I tried. I really did, but I couldn’t make it through the book. I had the best of book intentions. I don’t care a fig who John Galt is, but maybe if he revealed himself a lot sooner I might have carried on.
I read through about a quarter of the book, and that’s all I’m reviewing.
All the cool kids are pro-capitalist and the lazy schmucks are pro-socialists. This is not at all an over-simplification of the world. Personally, I’d want to be on the side of the capitalists because they work for the sheer joy of achieving something great that furthers the betterment of mankind. Money has nothing to do with it, and it offends me that you would think so. Besides, all the losers who want to pass socialist programs are crazy and have no integrity. It’s very simple — black or white. If you want gray, go read the novel by EL James (there’s fifty shades of it).
Okay, enough sarcasm.
The Major Characters.
My favorite character that I have encountered so far is Francisco D’Aconia. I say “so far” because there is a chance that one day I’ll finish it. Frisco is not only rich and handsome, he’s super smart and can do anything he sets his mind to. He is to inherit the D’Anconia Copper Empire, but so far, it looks like he is up to something more mysterious. I’m not sure what, but it’s probably related to that John Galt guy.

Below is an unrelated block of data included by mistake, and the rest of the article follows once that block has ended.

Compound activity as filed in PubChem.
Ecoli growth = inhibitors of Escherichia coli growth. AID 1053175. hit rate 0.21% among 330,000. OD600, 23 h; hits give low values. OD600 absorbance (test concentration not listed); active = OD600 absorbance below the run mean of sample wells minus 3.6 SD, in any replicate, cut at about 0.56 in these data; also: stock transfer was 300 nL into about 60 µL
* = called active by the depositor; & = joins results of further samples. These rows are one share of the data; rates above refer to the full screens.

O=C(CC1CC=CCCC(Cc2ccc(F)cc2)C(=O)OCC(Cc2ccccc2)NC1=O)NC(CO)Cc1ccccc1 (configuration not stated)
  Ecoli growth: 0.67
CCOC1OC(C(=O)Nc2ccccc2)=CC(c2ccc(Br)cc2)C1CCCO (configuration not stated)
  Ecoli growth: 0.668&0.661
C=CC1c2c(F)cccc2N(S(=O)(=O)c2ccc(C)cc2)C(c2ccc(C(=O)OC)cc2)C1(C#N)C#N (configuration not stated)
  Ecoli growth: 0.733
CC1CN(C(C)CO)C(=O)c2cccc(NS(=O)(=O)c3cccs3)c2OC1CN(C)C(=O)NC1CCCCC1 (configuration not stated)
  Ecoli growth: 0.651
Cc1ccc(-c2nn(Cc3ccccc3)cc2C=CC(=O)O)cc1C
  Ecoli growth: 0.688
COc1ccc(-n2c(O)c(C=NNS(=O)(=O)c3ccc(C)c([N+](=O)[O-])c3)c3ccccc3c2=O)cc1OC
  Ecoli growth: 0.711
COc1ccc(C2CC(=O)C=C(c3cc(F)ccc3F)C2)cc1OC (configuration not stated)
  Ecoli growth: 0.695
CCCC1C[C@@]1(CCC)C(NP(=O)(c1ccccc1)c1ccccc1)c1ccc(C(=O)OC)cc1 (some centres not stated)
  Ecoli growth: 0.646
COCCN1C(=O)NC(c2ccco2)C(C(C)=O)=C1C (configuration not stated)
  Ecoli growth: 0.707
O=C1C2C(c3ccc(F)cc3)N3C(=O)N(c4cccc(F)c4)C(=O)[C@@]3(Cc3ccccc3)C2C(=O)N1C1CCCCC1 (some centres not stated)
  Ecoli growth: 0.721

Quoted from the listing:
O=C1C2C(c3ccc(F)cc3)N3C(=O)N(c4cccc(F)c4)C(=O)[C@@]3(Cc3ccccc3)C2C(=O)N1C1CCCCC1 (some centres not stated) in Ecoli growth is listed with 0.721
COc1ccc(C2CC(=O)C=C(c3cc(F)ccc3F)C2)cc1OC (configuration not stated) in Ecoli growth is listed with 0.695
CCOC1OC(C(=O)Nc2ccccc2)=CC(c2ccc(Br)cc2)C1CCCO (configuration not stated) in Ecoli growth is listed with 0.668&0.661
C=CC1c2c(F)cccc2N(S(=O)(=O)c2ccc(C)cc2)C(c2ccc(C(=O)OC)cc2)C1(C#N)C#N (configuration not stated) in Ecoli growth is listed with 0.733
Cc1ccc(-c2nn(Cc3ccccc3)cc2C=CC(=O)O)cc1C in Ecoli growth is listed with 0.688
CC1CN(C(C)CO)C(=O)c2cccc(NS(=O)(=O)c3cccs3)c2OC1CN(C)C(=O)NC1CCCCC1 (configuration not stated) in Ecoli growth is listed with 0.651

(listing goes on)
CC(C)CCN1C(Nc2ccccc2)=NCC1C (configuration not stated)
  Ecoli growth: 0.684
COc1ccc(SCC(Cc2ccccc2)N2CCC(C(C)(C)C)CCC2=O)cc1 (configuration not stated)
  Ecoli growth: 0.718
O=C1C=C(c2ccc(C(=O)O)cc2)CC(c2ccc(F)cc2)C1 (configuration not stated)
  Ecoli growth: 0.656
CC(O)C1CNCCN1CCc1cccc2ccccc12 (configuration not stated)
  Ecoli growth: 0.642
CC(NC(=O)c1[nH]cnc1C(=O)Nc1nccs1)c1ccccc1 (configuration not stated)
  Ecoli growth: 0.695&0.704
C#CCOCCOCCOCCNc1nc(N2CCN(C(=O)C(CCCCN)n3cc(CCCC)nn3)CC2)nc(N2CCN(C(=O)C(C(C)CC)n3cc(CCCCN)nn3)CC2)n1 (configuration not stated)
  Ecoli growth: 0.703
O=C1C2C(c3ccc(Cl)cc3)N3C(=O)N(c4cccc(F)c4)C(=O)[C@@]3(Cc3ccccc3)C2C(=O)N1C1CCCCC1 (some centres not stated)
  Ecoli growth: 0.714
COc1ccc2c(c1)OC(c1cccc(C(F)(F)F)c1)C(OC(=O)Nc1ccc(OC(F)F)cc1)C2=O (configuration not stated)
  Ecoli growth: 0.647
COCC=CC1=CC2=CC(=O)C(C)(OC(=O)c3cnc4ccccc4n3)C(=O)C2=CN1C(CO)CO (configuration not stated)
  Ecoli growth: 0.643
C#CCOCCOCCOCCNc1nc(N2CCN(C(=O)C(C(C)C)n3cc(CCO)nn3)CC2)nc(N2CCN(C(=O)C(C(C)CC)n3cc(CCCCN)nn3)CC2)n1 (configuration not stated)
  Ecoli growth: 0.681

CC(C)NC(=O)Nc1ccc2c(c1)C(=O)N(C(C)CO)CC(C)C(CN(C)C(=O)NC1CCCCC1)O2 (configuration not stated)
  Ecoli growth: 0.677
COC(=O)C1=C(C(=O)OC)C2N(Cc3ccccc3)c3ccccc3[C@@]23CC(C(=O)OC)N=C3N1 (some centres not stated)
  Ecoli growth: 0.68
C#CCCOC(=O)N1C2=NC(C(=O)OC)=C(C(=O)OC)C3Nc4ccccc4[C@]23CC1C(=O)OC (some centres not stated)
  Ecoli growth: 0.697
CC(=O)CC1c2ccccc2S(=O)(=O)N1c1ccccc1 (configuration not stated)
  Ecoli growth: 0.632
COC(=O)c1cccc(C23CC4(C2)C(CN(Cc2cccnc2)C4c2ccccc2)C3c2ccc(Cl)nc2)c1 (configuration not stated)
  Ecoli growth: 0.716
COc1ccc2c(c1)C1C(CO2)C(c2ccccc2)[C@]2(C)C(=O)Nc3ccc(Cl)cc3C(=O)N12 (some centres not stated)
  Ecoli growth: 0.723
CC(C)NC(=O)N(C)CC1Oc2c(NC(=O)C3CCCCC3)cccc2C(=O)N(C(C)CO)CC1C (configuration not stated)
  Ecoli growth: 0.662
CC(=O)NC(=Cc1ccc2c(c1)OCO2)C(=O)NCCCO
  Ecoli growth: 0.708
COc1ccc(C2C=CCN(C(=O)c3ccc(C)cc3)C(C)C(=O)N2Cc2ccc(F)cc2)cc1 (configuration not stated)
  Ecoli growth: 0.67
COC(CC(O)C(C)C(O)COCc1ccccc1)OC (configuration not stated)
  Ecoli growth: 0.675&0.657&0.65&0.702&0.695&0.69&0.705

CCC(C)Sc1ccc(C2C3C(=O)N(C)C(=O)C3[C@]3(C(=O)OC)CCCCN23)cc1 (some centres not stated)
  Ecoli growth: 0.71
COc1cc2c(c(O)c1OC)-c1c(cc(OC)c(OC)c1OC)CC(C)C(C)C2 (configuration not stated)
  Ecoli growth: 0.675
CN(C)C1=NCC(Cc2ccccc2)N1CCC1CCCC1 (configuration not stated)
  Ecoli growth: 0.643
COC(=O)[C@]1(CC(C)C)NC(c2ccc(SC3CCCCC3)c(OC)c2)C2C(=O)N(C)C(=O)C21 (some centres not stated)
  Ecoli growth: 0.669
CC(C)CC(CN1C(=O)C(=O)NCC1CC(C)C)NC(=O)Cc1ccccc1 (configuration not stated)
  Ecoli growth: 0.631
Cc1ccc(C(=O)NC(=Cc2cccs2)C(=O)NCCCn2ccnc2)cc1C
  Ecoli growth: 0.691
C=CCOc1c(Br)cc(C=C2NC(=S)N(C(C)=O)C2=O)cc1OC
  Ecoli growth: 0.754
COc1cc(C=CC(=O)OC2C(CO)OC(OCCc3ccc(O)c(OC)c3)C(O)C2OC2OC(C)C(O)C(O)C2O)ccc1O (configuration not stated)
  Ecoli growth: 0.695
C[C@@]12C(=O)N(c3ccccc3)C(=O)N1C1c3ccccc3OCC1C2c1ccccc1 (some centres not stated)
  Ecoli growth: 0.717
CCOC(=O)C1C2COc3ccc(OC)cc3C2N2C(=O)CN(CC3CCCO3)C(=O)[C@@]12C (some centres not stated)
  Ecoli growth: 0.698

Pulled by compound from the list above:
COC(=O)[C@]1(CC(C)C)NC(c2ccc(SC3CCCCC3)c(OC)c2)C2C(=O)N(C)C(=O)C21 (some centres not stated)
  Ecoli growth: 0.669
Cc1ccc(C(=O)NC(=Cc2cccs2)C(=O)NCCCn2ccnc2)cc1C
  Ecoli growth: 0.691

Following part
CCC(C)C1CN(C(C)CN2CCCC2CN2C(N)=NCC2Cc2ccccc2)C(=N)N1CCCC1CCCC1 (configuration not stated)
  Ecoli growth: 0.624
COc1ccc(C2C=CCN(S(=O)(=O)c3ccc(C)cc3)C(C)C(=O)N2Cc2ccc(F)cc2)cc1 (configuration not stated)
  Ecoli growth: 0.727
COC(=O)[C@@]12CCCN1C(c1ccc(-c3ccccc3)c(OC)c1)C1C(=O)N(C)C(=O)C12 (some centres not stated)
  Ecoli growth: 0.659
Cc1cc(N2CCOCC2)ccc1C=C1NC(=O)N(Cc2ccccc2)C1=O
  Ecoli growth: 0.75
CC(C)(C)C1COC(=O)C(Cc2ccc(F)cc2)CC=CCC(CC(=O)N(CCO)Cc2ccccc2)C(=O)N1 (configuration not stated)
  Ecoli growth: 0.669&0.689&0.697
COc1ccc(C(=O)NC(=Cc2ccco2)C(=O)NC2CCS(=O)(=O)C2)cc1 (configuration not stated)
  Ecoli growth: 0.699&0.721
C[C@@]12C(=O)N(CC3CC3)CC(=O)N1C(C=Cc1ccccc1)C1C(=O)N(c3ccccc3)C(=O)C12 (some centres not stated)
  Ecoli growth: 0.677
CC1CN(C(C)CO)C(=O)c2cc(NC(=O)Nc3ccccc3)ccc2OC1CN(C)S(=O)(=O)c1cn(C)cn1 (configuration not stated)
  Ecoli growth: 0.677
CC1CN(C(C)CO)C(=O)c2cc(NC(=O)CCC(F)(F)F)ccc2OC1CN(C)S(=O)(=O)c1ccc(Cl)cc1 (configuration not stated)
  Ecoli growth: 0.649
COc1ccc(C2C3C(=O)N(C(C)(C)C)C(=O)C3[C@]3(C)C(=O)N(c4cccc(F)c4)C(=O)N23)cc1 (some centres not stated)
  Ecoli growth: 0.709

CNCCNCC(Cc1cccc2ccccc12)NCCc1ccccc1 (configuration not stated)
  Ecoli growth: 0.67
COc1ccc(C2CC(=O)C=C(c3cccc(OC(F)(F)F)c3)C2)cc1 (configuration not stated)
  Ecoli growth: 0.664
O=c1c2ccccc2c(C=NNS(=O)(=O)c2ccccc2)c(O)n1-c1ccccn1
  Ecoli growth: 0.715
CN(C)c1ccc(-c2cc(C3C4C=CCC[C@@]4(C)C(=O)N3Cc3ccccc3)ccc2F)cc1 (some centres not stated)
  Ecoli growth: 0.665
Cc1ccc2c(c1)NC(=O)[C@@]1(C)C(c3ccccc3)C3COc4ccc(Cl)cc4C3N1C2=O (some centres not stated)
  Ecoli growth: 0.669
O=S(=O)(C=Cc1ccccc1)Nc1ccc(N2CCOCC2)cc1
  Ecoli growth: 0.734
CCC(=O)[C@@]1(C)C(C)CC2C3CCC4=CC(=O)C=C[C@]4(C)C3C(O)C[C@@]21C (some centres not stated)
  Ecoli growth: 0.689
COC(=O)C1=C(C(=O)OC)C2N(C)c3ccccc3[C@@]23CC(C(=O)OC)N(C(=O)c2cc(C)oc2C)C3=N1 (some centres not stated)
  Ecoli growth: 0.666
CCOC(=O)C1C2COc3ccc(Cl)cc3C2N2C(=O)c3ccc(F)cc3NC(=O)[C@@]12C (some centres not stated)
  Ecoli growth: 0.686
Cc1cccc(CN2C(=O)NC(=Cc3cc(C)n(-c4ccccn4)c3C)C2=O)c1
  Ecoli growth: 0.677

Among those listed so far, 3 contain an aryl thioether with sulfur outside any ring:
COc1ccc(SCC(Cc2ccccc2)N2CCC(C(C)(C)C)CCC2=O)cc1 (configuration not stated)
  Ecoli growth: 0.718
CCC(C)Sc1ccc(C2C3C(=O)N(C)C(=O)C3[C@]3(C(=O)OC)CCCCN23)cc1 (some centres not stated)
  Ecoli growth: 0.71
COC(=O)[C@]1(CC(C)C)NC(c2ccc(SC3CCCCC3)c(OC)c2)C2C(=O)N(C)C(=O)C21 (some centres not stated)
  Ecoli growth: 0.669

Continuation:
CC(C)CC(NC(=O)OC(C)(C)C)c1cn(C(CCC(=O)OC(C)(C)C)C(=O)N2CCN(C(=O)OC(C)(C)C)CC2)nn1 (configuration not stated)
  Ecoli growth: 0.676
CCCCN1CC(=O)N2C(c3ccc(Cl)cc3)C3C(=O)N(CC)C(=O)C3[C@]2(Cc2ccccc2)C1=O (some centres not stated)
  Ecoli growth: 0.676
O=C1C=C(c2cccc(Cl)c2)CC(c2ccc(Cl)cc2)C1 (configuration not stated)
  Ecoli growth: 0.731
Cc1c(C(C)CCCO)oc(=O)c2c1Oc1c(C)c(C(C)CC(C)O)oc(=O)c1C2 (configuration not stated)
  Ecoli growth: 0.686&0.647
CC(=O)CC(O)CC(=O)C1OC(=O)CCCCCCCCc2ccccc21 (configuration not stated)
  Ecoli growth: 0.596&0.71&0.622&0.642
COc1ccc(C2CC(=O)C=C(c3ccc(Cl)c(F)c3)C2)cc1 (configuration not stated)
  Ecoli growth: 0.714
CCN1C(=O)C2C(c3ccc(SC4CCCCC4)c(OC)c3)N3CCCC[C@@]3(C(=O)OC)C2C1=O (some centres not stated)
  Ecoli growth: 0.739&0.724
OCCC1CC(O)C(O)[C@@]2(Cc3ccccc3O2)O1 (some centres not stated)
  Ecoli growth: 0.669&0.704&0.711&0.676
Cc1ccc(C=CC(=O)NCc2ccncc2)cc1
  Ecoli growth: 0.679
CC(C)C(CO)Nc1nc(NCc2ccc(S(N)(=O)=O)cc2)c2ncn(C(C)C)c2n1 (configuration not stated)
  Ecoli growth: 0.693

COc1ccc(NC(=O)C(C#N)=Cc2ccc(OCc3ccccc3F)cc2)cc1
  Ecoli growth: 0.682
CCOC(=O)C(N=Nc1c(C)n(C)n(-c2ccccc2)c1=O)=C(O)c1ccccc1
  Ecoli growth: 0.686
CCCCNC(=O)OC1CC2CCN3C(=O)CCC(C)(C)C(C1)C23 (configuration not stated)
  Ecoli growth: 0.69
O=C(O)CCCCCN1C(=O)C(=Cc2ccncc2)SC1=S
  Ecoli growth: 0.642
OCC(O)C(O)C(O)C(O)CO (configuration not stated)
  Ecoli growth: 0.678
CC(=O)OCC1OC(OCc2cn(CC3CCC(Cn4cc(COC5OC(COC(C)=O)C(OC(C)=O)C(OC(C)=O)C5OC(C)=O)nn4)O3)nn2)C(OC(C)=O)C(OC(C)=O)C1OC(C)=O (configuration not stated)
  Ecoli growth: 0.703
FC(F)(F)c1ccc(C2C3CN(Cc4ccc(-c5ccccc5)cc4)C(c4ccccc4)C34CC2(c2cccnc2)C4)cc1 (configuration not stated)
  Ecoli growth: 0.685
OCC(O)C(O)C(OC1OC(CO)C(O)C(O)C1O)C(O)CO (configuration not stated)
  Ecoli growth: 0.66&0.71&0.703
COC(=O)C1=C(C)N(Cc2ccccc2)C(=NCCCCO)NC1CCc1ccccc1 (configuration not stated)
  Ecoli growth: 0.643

Dagny Taggart grew up with Frisco, and once upon a time they were lovers, then Frisco turned all weird on her. Dagny is disgusted that Frisco is wasting his time and money on frivolous matters (like women and vapid parties). He is harboring some kind of secret master plan that I haven’t figured out yet. I thought this part was a bit confusing and raised many questions. Back to Dagny. I like her because she’s intelligent and is clearly the obvious choice to run Taggart Transcontinental. I don’t like her because I think she’s a bit one dimensional and not a lot of fun.
Then there’s Henry Rearden— poor little rich boy whose family just doesn’t understand why he’s a workaholic. His mean wife teases him and doesn’t respect him at all. In fact, no one in his family respects him, and yet, his mooching relatives all expect him to support them. Still, you have to admire Rearden because he runs a good business, takes risks and works hard.
I take issue with the fact that everything is black and white in Atlas-World. After all, not all social programs are worthless, and not all capitalist endeavors are noble. I firmly believe that market competition can encourage efficiency and new discoveries. People should be compensated according to their work. At the same time, I realize that there are flaws in capitalism. I couldn’t help but feel annoyed at the one-sided presentation.
As for John Galt, there are rumors that he found Atlantis. I’ll go looking for him again later, but for now, I’m going to move on to something else.
- The Dollop Book Corner – Atlas Shrugged (donegaldollop.wordpress.com)
- Ayn Rand-Loving Companies Fight Over Atlas Shrugged Characters in Court (blogs.sfweekly.com)